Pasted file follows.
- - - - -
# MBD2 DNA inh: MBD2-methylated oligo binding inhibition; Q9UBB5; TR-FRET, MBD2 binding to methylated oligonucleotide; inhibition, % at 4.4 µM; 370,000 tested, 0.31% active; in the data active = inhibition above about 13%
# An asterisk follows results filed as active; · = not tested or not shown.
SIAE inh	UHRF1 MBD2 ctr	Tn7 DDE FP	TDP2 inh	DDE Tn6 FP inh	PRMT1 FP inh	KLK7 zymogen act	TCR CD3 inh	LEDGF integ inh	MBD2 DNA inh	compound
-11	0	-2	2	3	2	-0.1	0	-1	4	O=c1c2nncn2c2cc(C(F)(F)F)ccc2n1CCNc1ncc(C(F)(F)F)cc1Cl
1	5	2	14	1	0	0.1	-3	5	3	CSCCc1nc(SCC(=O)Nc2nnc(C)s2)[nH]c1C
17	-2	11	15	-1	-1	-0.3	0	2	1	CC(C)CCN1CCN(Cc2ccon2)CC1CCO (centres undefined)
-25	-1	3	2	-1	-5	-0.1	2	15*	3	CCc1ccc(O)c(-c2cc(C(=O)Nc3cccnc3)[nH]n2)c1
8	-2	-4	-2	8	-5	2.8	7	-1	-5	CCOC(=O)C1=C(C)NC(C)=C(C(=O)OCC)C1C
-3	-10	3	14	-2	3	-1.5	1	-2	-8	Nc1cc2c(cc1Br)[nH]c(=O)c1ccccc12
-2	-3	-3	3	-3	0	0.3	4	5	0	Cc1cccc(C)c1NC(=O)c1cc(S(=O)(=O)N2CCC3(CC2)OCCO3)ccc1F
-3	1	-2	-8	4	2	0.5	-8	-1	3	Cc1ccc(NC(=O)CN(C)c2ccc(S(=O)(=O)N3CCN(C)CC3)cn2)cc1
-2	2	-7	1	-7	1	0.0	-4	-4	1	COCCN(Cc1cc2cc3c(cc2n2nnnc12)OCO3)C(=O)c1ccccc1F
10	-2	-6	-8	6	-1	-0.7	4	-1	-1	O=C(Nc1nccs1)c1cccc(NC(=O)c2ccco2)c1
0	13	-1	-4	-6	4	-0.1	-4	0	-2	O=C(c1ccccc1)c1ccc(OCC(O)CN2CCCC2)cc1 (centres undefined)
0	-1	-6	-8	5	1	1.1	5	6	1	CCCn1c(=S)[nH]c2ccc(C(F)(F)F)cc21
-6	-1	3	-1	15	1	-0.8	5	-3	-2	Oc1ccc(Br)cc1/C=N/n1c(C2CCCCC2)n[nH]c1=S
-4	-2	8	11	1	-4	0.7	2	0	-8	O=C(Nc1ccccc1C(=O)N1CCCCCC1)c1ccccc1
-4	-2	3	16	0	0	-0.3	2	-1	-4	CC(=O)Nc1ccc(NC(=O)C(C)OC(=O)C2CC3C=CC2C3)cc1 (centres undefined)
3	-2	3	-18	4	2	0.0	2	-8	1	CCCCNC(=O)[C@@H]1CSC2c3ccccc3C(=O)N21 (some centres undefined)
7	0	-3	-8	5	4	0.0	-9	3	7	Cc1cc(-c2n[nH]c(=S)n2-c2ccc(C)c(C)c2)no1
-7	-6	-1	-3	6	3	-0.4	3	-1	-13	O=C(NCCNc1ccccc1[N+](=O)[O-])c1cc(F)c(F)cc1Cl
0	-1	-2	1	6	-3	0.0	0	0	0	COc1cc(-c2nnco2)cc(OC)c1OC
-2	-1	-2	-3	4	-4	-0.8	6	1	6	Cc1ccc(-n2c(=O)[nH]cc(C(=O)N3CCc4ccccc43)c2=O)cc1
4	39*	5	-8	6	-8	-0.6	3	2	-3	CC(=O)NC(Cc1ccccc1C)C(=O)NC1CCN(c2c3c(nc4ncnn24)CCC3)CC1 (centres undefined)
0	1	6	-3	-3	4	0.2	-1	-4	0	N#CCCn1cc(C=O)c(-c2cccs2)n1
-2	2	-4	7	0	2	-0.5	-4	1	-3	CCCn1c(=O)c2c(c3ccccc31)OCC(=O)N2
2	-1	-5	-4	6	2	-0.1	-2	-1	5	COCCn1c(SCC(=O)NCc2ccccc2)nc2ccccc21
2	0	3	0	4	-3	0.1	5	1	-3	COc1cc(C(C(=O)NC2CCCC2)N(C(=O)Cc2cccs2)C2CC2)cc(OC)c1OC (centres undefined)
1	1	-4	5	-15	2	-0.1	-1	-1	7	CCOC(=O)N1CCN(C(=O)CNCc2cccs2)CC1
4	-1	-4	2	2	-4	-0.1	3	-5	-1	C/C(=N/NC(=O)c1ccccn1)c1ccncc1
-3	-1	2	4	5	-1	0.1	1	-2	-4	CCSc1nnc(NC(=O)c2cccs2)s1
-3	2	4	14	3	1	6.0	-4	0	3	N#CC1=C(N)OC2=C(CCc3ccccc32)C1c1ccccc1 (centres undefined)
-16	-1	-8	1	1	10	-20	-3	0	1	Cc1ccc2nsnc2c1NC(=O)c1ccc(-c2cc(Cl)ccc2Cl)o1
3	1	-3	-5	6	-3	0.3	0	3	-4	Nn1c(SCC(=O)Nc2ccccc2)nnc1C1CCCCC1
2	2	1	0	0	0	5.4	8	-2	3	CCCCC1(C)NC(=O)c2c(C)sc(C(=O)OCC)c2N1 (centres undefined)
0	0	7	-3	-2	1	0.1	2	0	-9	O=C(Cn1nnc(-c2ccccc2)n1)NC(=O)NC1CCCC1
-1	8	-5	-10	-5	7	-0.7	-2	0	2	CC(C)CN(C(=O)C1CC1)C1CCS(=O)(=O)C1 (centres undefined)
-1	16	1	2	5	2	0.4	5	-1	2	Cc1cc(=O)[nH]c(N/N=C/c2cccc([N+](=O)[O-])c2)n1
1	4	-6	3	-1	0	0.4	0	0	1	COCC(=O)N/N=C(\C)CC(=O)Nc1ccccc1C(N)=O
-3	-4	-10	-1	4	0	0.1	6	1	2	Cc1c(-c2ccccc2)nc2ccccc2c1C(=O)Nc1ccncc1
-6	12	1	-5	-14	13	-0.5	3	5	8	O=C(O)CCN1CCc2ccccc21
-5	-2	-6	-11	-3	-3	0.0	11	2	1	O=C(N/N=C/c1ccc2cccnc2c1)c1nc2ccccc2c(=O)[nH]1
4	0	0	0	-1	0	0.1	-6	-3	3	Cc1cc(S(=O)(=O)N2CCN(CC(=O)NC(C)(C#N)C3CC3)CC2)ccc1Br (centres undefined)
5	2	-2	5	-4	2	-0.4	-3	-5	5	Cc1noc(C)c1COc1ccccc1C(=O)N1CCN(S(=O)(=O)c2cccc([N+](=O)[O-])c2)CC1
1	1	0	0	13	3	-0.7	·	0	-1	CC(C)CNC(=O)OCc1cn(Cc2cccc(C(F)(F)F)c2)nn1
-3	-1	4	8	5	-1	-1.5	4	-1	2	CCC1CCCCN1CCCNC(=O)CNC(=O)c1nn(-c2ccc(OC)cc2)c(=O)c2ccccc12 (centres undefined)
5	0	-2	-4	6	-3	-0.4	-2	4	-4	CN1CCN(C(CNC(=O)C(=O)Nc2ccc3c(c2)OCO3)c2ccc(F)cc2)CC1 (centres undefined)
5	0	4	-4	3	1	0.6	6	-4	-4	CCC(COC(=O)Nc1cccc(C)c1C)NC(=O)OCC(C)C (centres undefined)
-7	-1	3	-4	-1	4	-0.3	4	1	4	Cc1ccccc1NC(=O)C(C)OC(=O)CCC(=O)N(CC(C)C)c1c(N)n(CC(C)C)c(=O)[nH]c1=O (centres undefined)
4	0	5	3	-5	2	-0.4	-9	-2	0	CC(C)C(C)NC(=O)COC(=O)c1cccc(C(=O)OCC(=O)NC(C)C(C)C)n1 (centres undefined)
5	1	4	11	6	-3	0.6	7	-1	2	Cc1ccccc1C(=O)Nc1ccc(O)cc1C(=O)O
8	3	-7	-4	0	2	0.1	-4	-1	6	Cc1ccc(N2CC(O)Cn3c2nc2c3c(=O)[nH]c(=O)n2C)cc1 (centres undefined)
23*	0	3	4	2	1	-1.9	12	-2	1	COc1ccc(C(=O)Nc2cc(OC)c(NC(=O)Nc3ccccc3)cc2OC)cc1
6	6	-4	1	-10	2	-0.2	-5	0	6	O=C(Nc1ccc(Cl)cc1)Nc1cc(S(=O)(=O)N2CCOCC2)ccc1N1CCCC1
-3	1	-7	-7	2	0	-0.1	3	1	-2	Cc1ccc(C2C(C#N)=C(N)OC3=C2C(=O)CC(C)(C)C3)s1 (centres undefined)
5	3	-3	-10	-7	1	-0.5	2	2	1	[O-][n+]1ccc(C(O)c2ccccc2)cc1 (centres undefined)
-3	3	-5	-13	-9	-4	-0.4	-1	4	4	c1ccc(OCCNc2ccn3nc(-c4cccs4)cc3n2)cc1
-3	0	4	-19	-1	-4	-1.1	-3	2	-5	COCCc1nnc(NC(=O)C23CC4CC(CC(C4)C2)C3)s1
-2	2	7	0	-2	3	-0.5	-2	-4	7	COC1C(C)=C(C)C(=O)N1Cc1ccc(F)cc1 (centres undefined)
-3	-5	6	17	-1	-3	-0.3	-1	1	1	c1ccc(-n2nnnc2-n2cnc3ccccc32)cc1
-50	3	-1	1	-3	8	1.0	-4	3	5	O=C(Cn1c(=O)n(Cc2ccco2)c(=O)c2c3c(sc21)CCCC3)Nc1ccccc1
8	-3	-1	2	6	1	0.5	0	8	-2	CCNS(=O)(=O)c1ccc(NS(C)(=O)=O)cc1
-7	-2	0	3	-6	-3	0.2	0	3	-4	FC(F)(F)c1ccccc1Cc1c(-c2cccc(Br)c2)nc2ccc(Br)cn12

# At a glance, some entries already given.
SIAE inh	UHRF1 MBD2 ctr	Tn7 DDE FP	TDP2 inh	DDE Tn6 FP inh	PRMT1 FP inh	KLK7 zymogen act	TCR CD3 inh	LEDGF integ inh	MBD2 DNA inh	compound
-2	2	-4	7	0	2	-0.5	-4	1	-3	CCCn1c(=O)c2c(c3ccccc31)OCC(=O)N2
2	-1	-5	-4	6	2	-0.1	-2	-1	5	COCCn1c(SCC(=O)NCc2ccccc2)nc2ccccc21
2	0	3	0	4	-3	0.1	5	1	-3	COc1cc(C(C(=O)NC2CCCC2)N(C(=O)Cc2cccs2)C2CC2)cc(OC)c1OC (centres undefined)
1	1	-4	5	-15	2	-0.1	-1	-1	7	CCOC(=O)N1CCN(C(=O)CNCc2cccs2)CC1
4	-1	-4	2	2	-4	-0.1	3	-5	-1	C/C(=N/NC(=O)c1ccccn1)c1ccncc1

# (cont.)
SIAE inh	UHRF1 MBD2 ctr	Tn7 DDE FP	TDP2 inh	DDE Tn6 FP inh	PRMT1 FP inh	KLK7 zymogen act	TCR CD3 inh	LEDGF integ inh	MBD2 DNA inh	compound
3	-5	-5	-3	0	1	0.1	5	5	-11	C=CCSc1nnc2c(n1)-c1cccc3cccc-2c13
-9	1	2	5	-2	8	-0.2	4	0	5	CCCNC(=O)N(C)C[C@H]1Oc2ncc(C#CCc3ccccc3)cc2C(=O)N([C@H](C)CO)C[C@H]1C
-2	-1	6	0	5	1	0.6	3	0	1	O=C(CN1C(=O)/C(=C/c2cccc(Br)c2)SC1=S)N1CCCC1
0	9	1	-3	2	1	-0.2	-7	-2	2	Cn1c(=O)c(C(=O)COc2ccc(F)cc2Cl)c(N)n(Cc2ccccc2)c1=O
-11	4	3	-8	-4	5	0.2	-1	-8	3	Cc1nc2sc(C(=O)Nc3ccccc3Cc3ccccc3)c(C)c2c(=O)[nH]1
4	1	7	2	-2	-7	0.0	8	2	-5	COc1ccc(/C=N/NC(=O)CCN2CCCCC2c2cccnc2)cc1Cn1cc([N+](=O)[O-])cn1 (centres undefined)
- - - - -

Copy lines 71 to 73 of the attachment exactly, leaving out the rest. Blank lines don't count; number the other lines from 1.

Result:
# (cont.)
SIAE inh	UHRF1 MBD2 ctr	Tn7 DDE FP	TDP2 inh	DDE Tn6 FP inh	PRMT1 FP inh	KLK7 zymogen act	TCR CD3 inh	LEDGF integ inh	MBD2 DNA inh	compound
3	-5	-5	-3	0	1	0.1	5	5	-11	C=CCSc1nnc2c(n1)-c1cccc3cccc-2c13